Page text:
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Software and HowTos: Rancher, Laverna, gtop, Manuals, KeeWeb and More

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Software
HowTos
  • Rancher Takes on Multicloud Kubernetes Management

    One thing that happens over time is that organizations can end up with multiple deployments in different places, something that is commonly referred to as - multicloud. It's a deployment challenge that Rancher Labs has built it namesake Rancher cloud orchestration platform to help enable.

    [...]

    With the multicloud world, Williams said its critically important to put in place all of the policy and user management that is needed to have a consistent approach across disparate Kubernetes deployments.

    Rancher is now and has always been open source software that is entirely free for any organization to use. Rancher Labs charges for commercial support, which Williams said is a stable and growing business. He said that Rancher Labs has both outbound sales people as well as channel relationships and today has over 200 customers.

    "But that's a pretty small percentage of the total of 10,000 companies use Rancher everyday to run their containers," he said.

    Williams said that Rancher is Kubernetes, with Docker containers and a management plane and it's something that larger organizations really care about once those services are in production.

  • Taking notes with Laverna, a web-based information organizer

    I don’t know anyone who doesn’t take notes. Most of the people I know use an online note-taking application like Evernote, Simplenote, or Google Keep.

    All of those are good tools, but they’re proprietary. And you have to wonder about the privacy of your information—especially in light of Evernote’s great privacy flip-flop of 2016. If you want more control over your notes and your data, you need to turn to an open source tool—preferably one that you can host yourself.

    And there are a number of good open source alternatives to Evernote. One of these is Laverna. Let’s take a look at it.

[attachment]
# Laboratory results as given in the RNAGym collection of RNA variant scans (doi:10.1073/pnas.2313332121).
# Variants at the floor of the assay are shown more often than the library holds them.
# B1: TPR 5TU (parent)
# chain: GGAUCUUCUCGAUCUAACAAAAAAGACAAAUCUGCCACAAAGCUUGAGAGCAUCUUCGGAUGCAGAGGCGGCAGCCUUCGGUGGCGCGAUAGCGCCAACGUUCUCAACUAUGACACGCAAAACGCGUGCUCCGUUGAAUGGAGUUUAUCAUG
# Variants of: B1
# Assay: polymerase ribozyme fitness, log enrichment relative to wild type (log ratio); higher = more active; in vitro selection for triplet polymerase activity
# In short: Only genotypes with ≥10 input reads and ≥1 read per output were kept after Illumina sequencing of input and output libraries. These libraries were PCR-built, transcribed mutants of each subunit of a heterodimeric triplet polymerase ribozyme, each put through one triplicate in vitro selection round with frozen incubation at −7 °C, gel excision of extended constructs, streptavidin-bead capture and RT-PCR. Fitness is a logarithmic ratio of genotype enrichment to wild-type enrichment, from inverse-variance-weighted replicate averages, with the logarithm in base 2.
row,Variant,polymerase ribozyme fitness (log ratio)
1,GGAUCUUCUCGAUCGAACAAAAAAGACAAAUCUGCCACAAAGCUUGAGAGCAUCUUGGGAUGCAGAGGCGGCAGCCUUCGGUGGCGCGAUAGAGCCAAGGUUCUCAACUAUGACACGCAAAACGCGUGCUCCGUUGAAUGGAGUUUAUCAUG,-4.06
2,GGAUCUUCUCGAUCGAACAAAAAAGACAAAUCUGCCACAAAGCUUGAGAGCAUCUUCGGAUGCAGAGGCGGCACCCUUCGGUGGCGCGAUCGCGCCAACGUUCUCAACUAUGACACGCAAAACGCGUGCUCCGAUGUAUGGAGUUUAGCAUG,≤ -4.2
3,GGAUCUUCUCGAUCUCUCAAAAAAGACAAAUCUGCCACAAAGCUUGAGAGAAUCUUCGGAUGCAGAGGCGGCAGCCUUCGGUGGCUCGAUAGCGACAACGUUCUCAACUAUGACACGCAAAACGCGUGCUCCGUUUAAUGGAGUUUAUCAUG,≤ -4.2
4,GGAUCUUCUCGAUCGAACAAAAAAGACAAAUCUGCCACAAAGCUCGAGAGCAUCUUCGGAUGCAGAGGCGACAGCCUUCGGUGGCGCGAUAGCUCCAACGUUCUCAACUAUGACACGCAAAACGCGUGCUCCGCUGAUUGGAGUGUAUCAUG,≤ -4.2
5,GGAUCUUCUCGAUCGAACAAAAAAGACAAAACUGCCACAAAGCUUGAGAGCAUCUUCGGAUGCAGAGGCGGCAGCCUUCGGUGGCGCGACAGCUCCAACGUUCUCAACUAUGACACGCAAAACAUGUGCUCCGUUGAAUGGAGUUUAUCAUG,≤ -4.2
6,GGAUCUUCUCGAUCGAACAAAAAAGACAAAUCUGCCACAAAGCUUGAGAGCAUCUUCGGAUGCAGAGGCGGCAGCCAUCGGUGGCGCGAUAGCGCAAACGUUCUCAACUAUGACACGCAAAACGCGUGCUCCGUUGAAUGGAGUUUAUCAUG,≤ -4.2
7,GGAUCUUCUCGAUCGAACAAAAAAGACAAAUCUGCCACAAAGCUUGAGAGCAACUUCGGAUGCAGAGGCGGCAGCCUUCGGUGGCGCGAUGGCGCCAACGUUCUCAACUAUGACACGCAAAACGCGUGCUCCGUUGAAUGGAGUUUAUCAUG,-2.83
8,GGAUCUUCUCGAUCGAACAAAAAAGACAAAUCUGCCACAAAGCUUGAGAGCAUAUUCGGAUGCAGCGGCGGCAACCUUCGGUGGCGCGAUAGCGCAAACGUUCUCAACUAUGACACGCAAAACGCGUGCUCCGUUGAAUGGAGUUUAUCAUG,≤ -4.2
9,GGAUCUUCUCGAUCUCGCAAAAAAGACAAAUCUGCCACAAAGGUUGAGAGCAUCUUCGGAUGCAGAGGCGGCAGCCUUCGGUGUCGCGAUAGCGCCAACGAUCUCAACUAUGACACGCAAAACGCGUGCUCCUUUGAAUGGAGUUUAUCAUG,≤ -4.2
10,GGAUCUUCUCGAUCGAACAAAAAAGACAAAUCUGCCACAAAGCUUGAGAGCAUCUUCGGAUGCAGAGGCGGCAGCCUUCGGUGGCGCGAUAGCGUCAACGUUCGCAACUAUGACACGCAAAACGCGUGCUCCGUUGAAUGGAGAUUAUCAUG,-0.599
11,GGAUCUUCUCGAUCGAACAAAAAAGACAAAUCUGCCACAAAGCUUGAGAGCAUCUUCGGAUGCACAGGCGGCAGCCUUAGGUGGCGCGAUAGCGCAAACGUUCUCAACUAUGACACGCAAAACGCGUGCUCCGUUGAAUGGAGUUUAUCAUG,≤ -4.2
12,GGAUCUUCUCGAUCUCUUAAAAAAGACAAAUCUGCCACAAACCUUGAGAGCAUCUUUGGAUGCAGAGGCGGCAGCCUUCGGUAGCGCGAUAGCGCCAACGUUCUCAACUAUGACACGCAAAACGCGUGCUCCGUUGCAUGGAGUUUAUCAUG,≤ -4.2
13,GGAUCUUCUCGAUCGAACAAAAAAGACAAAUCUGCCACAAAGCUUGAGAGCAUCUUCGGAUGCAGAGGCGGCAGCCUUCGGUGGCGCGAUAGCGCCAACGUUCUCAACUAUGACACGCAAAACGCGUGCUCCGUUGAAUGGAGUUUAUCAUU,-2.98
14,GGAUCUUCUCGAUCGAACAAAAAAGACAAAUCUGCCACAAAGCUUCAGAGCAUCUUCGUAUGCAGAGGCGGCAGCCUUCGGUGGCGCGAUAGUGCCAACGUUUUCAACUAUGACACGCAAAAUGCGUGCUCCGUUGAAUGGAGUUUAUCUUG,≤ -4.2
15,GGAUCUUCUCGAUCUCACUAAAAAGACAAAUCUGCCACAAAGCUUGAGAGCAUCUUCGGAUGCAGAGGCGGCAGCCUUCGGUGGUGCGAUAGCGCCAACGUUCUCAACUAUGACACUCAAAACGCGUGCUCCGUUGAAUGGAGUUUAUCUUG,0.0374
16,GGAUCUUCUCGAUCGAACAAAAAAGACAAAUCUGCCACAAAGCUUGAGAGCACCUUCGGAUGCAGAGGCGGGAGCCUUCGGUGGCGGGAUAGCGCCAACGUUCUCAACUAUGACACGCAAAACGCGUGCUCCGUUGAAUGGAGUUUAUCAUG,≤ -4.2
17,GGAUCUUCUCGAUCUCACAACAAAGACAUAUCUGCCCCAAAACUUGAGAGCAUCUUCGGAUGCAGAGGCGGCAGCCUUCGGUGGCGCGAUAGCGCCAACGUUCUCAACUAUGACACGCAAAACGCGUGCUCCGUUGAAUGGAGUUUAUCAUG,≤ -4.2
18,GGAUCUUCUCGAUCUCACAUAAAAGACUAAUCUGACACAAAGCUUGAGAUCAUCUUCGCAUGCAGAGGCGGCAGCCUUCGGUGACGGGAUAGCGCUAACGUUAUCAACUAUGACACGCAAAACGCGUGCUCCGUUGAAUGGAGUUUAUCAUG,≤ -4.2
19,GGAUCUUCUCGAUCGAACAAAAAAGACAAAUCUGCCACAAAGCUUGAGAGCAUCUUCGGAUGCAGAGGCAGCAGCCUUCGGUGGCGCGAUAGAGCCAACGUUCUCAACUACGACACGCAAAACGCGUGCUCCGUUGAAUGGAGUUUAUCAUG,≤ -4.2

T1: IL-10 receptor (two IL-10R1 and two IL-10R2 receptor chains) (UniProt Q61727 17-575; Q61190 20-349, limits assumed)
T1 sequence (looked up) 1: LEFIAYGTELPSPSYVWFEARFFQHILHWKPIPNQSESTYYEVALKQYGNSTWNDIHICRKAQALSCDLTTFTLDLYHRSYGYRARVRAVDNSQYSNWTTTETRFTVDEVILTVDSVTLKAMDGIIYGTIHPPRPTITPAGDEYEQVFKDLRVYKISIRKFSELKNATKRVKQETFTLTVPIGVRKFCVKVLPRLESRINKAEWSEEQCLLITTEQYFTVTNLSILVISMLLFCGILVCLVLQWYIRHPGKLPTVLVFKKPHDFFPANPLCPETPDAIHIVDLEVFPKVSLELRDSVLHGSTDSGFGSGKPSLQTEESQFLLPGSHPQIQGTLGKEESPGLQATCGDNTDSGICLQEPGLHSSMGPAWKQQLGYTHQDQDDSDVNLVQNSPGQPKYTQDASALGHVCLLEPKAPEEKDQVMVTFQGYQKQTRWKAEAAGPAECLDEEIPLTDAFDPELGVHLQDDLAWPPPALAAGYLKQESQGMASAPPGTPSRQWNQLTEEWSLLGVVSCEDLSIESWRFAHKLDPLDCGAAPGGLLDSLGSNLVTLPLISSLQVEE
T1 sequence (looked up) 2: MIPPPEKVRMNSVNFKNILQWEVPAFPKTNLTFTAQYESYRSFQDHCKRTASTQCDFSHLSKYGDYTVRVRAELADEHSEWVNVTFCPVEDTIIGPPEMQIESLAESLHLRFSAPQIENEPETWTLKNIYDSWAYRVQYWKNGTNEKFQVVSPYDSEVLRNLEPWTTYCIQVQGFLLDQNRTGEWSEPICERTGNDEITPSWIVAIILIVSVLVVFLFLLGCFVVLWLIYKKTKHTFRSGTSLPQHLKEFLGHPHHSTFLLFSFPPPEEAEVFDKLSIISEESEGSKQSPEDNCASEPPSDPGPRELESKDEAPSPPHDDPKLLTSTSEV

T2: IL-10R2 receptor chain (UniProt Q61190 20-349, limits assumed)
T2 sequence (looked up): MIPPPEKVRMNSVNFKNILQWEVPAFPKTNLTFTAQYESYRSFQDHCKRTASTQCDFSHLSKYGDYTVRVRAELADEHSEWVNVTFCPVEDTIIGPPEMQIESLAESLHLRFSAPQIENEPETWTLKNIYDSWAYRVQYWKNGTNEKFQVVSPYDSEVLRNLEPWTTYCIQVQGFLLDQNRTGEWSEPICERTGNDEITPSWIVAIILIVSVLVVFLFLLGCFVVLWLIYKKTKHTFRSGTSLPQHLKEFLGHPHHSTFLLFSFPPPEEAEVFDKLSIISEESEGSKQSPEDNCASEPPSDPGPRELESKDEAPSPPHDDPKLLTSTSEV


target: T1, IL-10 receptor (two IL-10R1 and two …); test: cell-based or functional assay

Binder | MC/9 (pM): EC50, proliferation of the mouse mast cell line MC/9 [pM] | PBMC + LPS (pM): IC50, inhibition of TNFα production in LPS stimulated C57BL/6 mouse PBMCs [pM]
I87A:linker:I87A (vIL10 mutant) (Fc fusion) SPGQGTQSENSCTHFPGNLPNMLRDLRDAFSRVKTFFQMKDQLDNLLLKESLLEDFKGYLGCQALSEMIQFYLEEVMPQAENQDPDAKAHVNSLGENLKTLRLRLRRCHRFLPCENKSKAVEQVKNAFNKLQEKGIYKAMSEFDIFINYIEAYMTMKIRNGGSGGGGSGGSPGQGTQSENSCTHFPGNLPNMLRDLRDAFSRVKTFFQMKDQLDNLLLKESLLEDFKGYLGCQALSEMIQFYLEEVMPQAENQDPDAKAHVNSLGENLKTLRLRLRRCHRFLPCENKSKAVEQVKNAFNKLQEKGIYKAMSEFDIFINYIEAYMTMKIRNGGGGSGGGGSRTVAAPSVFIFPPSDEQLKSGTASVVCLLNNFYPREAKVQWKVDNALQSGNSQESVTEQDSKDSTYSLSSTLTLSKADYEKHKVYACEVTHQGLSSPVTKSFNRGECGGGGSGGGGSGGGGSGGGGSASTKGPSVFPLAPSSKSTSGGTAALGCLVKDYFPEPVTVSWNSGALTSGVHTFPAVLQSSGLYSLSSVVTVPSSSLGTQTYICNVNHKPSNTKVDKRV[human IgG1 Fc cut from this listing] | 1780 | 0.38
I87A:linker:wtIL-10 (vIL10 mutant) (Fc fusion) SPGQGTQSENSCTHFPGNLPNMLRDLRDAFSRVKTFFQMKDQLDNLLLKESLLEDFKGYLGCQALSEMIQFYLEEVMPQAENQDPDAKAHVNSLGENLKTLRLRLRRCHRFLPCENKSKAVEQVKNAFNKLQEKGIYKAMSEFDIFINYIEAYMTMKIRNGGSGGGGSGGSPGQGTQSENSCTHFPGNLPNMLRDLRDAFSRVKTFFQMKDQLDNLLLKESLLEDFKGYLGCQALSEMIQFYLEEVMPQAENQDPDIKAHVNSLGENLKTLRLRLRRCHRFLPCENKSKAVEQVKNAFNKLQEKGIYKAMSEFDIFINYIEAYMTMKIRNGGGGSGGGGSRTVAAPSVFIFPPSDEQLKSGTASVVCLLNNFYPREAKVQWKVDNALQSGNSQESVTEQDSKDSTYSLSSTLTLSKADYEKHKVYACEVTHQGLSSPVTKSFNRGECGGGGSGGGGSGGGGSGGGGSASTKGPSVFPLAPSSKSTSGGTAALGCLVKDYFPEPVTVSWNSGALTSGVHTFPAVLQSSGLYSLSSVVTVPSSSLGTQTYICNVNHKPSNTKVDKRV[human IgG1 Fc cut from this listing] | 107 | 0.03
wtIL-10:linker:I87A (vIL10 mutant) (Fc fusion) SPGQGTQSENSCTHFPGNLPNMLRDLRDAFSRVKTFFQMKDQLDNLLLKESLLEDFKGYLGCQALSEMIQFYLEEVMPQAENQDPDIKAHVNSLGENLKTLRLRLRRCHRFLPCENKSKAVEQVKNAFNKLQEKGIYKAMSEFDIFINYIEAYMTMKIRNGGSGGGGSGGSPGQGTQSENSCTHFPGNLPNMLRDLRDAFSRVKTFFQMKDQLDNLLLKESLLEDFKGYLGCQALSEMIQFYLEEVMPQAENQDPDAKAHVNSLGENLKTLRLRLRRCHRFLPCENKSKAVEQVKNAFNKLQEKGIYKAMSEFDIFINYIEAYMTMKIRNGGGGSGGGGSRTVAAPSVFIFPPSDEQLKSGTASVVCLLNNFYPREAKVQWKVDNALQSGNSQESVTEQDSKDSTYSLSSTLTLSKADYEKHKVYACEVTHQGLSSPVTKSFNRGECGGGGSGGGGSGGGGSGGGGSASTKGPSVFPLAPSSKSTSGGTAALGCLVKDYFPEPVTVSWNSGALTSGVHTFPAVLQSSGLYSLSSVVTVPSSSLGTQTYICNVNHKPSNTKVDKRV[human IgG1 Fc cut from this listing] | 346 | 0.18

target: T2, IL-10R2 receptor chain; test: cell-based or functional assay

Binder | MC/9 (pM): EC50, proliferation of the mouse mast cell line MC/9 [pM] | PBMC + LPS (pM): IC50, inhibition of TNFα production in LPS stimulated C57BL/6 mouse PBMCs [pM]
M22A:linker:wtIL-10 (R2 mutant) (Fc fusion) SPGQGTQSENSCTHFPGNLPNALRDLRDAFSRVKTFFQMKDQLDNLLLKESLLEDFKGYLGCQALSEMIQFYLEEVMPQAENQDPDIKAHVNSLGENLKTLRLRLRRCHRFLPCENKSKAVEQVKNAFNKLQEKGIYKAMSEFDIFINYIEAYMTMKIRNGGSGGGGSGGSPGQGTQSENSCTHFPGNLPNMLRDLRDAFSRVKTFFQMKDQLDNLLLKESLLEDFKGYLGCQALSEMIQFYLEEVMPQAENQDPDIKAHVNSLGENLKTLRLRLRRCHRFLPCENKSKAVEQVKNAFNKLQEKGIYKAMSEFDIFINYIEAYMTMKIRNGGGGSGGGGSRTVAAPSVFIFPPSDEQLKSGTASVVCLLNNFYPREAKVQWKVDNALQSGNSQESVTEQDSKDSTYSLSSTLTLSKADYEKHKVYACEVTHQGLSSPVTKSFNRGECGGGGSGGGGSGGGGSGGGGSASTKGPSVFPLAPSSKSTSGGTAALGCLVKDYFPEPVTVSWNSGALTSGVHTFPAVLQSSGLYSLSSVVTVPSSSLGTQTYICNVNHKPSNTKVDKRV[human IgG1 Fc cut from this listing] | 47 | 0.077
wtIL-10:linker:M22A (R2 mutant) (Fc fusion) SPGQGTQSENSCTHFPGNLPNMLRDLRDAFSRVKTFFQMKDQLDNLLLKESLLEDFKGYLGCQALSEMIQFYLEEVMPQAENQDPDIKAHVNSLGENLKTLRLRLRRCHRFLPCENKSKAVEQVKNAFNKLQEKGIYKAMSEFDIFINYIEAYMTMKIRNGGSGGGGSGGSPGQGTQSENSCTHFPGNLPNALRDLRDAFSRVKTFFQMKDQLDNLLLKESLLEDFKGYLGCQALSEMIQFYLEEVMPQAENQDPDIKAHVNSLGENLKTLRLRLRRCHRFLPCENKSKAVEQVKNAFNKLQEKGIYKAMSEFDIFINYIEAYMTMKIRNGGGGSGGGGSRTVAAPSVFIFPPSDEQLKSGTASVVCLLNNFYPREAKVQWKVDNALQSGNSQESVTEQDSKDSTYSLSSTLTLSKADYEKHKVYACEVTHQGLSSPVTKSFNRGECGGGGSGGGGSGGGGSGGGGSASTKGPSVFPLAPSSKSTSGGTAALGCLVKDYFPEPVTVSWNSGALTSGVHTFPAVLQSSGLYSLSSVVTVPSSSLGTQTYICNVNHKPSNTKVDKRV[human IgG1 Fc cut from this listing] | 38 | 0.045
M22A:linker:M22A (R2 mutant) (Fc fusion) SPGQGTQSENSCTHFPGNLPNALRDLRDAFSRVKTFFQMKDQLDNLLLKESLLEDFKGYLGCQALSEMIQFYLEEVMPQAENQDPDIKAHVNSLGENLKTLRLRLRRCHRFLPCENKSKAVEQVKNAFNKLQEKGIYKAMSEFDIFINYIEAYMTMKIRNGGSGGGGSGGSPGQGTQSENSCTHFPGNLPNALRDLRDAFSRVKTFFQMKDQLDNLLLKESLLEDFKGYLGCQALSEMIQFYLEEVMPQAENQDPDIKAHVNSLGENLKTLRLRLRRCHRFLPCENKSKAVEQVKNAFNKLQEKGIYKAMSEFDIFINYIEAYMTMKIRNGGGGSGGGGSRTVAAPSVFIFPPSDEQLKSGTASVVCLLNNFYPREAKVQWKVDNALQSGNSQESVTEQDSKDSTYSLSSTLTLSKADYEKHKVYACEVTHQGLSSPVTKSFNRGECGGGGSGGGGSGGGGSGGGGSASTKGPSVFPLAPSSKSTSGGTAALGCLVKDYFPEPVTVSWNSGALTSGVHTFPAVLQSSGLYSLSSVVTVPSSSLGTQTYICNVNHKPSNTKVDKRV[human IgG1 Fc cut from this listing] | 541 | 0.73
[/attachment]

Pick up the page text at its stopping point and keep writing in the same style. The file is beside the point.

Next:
• Essential System Tools: gtop – System monitoring dashboard for the terminal

    This is the second in our series of articles highlighting essential system tools. These are small utilities, useful for system administrators as well as regular users of Linux based systems. The series examines both graphical and text based open source utilities.

    We previously covered ps_mem, a really useful memory utility. This time, another console utility is under the spotlight. It’s called gtop.

    gtop is an open source system monitoring utility written in JavaScript. Our Group Test covered alternatives to top. In particular, htop is a remarkable system monitoring tool. gtop receives far less exposure than htop, but deserves more publicity. Why? Let’s see.

  • Good Alternatives To Man Pages Every Linux User Needs To Know

    A man page, acronym of manual page, is a software documentation found in all Unix-like operating systems. Some man pages are short; some are comprehensive. A man page is divided into several parts, organized  with headings for each section, such as NAME, SYNOPSIS, CONFIGURATION, DESCRIPTION, OPTIONS, EXIT STATUS, RETURN VALUE, ERRORS, ENVIRONMENT, FILES, VERSIONS, CONFORMING TO, NOTES, BUGS, EXAMPLE, AUTHORS, and SEE ALSO.

    Sometimes, I find it really time-consuming when I wanted to learn a practical example of a given Unix command using man pages. So, I started to look for some good alternatives to man pages which are focused on mostly examples, skipping all other comprehensive text parts. Thankfully, there are some really good alternatives out there. In this tutorial, we will be discussing 4 alternatives to man pages for Unix-like operating systems.

  • KeeWeb – An Open Source, Cross Platform Password Manager

    If you’ve been using the internet for any amount of time, chances are, you have a lot of accounts on a lot of websites. All of those accounts must have passwords, and you have to remember all those passwords. Either that, or write them down somewhere. Writing down passwords on paper may not be secure, and remembering them won’t be practically possible if you have more than a few passwords. This is why Password Managers have exploded in popularity in the last few years. A password Manager is like a central repository where you store all your passwords for all your accounts, and you lock it with a master password. With this approach, the only thing you need to remember is the Master password.

  • Plasma secrets: Make the desktop remember window position
  • Create a role on the Chef server with a description
  • Cat Command in Linux: Essential and Advanced Examples
  • Fix ‘add-apt-repository command not found’ Error on Ubuntu and Debian
  • How to Customize SSH Settings For Maximum Security
  • Python at the pump: A script for filling your gas tank
  • Linux vdir Command Tutorial for Beginners (8 Examples)
  • Free eBook from Packt - Linux Shell Scripting Cookbook - Third Edition

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